One of the less known features introduced in TurboGears 2.3 are application wrappers.
Application wrappers are much like controller wrappers (available since 2.2), but instead of wrapping controllers they actually wrap the whole application providing an easier way to implement what in plain WSGI is done through middlewares.
The advantage of application wrappers over middlewares is that they have full access to TurboGears stack, they can access the current request, the database, session and caches as the application itself would do.
The great part is that, as they run between TGApp and TGController, they can also replace the TurboGears Context and the TurboGears Response providing a great way to hijack requests, responses or even replace entire features of the framework like the cache layer. A very similar concept is available in other frameworks like Pyramid Tweens.
A very simple application wrapper that intercepts exceptions and logs them without messing with the standard TurboGears error handling might look like:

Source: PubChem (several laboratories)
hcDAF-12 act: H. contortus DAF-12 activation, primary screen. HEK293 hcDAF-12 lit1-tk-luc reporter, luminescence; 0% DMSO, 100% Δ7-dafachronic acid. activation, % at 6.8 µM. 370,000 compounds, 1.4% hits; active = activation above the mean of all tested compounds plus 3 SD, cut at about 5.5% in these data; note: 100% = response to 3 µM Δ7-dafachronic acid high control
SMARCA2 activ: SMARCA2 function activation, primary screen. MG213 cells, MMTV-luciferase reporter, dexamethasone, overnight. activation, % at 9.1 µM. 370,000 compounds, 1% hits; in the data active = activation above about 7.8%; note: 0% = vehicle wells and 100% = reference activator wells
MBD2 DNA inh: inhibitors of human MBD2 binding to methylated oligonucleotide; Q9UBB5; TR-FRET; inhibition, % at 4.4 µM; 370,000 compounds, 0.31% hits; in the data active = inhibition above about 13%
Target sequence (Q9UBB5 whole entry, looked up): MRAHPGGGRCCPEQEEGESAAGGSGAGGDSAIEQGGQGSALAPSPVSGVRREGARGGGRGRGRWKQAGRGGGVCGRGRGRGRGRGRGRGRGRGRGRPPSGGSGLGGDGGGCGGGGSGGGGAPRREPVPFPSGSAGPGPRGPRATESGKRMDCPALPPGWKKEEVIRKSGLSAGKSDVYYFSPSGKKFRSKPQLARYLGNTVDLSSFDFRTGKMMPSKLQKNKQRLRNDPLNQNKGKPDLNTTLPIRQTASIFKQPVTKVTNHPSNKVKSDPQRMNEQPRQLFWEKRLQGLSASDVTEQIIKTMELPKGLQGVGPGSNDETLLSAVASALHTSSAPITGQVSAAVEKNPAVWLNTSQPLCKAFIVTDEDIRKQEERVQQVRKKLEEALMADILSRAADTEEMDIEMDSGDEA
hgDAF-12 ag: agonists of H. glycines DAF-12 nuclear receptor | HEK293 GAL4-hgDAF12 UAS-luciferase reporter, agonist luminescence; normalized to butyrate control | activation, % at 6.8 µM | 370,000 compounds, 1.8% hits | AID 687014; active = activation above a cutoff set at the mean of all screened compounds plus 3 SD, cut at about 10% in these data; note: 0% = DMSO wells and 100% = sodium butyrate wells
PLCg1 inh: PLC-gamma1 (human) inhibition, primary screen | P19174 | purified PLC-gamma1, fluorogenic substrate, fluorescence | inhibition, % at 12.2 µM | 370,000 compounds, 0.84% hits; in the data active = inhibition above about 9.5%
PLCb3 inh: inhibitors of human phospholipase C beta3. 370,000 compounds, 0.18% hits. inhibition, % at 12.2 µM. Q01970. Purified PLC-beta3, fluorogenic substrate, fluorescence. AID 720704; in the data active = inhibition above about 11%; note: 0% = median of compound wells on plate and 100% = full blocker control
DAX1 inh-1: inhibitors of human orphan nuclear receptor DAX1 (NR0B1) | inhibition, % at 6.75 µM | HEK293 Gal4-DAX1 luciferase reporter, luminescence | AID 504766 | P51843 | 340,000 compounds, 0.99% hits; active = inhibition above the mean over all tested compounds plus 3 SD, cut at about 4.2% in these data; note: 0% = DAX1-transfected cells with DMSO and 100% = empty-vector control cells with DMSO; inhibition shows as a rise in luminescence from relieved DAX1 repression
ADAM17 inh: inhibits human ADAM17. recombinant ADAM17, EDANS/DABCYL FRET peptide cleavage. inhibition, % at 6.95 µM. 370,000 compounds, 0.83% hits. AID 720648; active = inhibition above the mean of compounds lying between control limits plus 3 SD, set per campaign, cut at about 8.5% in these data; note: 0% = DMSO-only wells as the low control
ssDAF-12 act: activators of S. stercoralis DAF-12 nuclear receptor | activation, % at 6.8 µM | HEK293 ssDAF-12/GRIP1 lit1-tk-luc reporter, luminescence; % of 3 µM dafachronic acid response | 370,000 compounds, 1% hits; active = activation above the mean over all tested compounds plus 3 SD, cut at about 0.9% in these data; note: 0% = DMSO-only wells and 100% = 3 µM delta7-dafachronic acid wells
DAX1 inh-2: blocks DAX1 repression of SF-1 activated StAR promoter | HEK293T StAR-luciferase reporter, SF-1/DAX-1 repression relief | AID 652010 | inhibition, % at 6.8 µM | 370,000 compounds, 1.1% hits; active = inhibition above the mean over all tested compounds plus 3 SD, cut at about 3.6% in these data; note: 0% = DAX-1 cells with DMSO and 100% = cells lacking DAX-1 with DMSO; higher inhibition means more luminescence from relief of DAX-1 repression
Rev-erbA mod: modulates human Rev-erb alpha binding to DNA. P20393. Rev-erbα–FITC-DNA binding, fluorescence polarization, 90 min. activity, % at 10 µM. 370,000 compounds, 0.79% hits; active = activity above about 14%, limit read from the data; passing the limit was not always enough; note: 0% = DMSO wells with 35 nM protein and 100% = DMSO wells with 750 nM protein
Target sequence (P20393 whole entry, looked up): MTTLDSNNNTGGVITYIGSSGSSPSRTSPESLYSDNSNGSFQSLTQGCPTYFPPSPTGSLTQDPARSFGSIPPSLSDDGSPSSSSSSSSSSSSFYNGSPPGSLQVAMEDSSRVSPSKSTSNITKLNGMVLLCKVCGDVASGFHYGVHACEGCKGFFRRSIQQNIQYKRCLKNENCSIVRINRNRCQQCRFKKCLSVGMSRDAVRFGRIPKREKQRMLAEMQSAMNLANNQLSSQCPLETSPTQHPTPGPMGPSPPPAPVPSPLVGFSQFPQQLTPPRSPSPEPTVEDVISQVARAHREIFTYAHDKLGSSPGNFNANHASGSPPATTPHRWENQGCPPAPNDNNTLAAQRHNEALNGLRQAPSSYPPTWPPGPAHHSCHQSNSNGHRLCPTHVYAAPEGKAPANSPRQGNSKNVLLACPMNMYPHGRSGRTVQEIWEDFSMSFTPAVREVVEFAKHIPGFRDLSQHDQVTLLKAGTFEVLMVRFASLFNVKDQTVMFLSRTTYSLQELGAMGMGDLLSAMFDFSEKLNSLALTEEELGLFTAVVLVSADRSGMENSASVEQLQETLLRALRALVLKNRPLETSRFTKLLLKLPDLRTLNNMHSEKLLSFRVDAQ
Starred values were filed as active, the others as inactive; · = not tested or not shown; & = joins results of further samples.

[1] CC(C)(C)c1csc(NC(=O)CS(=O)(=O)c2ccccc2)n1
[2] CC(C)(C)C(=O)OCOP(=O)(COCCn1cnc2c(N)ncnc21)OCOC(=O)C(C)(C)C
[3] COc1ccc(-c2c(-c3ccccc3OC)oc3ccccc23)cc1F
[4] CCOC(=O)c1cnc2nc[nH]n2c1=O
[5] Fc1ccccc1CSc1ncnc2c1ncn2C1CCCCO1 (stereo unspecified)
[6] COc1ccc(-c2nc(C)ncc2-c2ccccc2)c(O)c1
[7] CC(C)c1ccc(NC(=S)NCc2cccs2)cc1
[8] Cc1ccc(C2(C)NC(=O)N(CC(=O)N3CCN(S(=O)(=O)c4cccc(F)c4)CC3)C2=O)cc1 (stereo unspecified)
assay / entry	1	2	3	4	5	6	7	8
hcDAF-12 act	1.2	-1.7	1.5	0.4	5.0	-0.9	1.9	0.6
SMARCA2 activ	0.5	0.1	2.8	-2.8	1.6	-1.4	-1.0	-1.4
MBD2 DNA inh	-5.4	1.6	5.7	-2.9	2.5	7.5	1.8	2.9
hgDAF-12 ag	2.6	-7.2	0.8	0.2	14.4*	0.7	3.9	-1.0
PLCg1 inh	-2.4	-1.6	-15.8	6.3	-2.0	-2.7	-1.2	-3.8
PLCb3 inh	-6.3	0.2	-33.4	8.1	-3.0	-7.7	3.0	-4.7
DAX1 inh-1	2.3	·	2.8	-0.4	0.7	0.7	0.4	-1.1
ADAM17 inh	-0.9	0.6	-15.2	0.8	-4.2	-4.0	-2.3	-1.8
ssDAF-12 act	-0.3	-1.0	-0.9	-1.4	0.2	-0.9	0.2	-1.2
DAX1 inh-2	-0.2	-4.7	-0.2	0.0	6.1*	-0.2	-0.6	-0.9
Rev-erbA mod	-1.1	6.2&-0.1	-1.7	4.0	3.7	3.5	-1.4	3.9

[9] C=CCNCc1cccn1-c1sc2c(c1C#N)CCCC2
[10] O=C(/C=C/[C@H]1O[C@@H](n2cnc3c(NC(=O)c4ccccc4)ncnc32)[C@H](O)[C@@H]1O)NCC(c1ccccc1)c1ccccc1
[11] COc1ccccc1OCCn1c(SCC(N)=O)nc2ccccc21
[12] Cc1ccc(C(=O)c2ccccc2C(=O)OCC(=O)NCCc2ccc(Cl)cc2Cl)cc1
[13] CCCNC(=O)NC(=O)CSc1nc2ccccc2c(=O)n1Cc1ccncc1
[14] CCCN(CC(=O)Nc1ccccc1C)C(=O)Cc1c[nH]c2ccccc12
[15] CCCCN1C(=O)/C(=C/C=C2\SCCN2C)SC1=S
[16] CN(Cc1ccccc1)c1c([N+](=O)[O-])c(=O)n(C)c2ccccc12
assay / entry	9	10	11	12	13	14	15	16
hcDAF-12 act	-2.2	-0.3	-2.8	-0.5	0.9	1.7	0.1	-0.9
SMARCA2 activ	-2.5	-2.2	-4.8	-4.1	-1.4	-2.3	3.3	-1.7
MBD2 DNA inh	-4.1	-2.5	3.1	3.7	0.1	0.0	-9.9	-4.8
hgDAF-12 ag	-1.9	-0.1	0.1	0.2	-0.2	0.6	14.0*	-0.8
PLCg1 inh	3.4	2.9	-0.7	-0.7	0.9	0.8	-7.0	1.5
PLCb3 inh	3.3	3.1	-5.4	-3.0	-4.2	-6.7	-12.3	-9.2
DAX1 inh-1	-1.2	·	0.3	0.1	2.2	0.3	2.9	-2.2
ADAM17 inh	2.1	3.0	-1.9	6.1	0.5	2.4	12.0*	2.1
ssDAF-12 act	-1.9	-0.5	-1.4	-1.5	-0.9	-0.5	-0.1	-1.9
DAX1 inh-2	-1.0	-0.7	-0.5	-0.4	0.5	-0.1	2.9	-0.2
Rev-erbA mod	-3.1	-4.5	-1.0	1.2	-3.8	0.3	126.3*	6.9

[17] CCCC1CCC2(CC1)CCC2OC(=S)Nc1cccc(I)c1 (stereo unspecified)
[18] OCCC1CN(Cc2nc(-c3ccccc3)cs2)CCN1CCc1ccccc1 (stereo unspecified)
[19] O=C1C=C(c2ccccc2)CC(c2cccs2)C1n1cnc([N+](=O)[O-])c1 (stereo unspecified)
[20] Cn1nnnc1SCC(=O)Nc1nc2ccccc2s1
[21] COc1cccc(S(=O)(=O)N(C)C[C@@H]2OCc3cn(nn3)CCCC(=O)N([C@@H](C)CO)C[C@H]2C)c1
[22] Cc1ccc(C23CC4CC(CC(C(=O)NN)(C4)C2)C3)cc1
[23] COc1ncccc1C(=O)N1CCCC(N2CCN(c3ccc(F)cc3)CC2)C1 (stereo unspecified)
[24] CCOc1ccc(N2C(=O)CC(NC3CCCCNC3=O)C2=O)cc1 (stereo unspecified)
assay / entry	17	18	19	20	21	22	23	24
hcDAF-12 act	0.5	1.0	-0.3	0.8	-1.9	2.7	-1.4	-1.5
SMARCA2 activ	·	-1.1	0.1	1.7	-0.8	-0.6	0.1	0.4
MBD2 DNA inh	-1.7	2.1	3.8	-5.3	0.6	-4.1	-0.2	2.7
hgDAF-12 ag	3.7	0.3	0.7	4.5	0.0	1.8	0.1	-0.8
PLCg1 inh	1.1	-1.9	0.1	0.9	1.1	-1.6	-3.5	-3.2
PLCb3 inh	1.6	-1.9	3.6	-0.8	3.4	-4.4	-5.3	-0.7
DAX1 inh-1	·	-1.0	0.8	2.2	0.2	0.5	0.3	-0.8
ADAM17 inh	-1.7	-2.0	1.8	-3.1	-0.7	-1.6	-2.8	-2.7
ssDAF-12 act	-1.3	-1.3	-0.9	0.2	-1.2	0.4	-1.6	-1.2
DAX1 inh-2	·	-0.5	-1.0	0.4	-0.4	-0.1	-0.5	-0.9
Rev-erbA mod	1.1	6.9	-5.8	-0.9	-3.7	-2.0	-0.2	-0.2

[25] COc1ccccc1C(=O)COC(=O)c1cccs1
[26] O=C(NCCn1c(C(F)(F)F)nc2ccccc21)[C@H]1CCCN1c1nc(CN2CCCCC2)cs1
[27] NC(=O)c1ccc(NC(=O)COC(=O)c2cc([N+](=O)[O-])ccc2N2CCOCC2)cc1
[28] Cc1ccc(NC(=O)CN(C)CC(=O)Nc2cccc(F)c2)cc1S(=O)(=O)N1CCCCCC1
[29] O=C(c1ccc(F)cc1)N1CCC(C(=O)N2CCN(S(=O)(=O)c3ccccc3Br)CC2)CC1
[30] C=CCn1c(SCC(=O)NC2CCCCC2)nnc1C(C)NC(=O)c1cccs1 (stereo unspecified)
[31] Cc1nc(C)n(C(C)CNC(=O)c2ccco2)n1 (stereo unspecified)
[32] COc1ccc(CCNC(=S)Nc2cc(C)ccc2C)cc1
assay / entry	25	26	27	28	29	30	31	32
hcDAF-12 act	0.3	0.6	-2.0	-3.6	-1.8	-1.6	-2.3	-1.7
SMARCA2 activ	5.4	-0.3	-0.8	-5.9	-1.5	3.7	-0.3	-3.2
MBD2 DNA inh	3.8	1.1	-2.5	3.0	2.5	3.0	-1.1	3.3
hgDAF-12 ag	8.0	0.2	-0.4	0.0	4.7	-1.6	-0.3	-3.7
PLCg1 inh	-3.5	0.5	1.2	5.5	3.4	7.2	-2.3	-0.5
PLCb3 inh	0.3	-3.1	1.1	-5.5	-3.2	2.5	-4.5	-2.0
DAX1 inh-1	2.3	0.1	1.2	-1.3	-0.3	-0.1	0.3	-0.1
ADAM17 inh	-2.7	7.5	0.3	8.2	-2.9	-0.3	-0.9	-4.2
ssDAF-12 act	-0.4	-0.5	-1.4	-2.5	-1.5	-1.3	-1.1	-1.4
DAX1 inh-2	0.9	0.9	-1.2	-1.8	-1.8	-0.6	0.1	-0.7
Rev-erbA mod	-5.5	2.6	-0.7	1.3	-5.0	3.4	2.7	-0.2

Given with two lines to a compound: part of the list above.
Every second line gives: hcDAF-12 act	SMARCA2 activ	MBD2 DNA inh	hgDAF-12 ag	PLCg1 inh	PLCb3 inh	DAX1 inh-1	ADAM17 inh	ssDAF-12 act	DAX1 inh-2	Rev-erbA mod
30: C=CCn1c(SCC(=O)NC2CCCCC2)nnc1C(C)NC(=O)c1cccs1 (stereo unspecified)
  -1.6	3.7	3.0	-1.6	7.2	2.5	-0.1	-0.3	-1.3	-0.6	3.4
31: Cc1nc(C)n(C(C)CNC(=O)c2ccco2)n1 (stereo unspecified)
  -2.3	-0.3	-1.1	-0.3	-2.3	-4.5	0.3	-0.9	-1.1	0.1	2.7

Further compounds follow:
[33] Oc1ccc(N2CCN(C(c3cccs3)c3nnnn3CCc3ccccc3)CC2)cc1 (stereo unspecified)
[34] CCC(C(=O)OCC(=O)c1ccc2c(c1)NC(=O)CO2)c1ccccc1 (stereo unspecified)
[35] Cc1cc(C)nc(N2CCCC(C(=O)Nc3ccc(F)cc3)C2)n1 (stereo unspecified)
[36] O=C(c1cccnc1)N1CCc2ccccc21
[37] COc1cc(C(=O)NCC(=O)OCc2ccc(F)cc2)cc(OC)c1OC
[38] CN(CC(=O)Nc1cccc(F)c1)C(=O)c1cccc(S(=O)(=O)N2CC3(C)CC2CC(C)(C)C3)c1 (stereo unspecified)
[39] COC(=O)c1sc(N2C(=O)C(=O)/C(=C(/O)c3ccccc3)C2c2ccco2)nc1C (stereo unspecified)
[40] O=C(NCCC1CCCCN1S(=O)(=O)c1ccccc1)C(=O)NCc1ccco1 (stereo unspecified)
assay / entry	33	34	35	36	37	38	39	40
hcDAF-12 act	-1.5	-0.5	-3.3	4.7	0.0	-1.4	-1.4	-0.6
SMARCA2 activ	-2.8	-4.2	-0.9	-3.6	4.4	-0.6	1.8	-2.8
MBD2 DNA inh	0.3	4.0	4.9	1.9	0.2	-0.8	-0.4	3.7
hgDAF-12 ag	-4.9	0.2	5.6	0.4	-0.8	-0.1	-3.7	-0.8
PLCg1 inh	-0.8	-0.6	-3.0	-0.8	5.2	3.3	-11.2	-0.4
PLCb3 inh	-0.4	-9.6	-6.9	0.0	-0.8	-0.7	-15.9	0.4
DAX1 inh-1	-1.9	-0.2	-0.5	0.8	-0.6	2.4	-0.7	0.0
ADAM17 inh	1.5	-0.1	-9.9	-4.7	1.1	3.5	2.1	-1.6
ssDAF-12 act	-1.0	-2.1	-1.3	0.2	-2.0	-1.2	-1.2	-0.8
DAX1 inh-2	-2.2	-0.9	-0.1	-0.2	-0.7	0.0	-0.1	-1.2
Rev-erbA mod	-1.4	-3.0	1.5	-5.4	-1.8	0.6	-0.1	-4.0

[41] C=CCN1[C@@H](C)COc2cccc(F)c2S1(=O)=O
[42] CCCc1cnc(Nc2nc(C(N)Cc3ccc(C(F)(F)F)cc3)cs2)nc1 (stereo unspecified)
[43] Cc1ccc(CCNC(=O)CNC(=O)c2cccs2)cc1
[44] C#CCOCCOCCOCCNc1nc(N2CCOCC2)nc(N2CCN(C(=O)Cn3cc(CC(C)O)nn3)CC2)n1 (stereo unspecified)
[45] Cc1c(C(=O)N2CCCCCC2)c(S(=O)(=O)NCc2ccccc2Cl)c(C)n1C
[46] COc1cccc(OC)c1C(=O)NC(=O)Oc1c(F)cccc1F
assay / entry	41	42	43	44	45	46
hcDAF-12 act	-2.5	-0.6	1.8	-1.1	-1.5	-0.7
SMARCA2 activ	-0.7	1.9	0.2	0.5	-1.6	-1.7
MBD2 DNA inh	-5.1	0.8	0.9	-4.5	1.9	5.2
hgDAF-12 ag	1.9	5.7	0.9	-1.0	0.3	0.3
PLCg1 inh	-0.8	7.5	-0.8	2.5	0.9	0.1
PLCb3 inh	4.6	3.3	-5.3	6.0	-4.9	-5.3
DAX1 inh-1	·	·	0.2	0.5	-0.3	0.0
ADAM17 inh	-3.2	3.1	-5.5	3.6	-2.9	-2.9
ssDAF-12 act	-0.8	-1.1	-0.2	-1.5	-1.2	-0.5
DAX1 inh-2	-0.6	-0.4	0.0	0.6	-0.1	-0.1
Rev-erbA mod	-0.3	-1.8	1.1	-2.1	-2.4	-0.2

class ErrorLoggingWrapper(object): def __init__(self, handler, config): self.handler = handler self.config = config def __call__(self, controller, environ, context): path = context.request.path try: return self.handler(controller, environ, context) except: log.exception('Error while handling %s', path) raise
The wrapper can then be enabled calling
Now that we have an application wrapper able to log exceptions we can decide for example to add another one that suppresses exceptions and prints “Something went wrong!”, as it is possible to specify the order of execution for application wrappers we can register a SuppressErrorsWrapper that should execute after the ErrorLoggingWrapper:
from webob import Response class SuppressErrorsWrapper(object): def __init__(self, handler, config): self.handler = handler self.config = config def __call__(self, controller, environ, context): try: return self.handler(controller, environ, context) except: return Response('Oh! Oh! Something went wrong!', status=500, content_type='text/plain')
Then it can be registered after the ErrorLoggingWrapper using:
While applications wrappers are a powerful feature, most of their power comes from the new response management refactoring that makes possible to access the current context and replace the outgoing response while working with high level objects instead of having to manually cope with WSGI.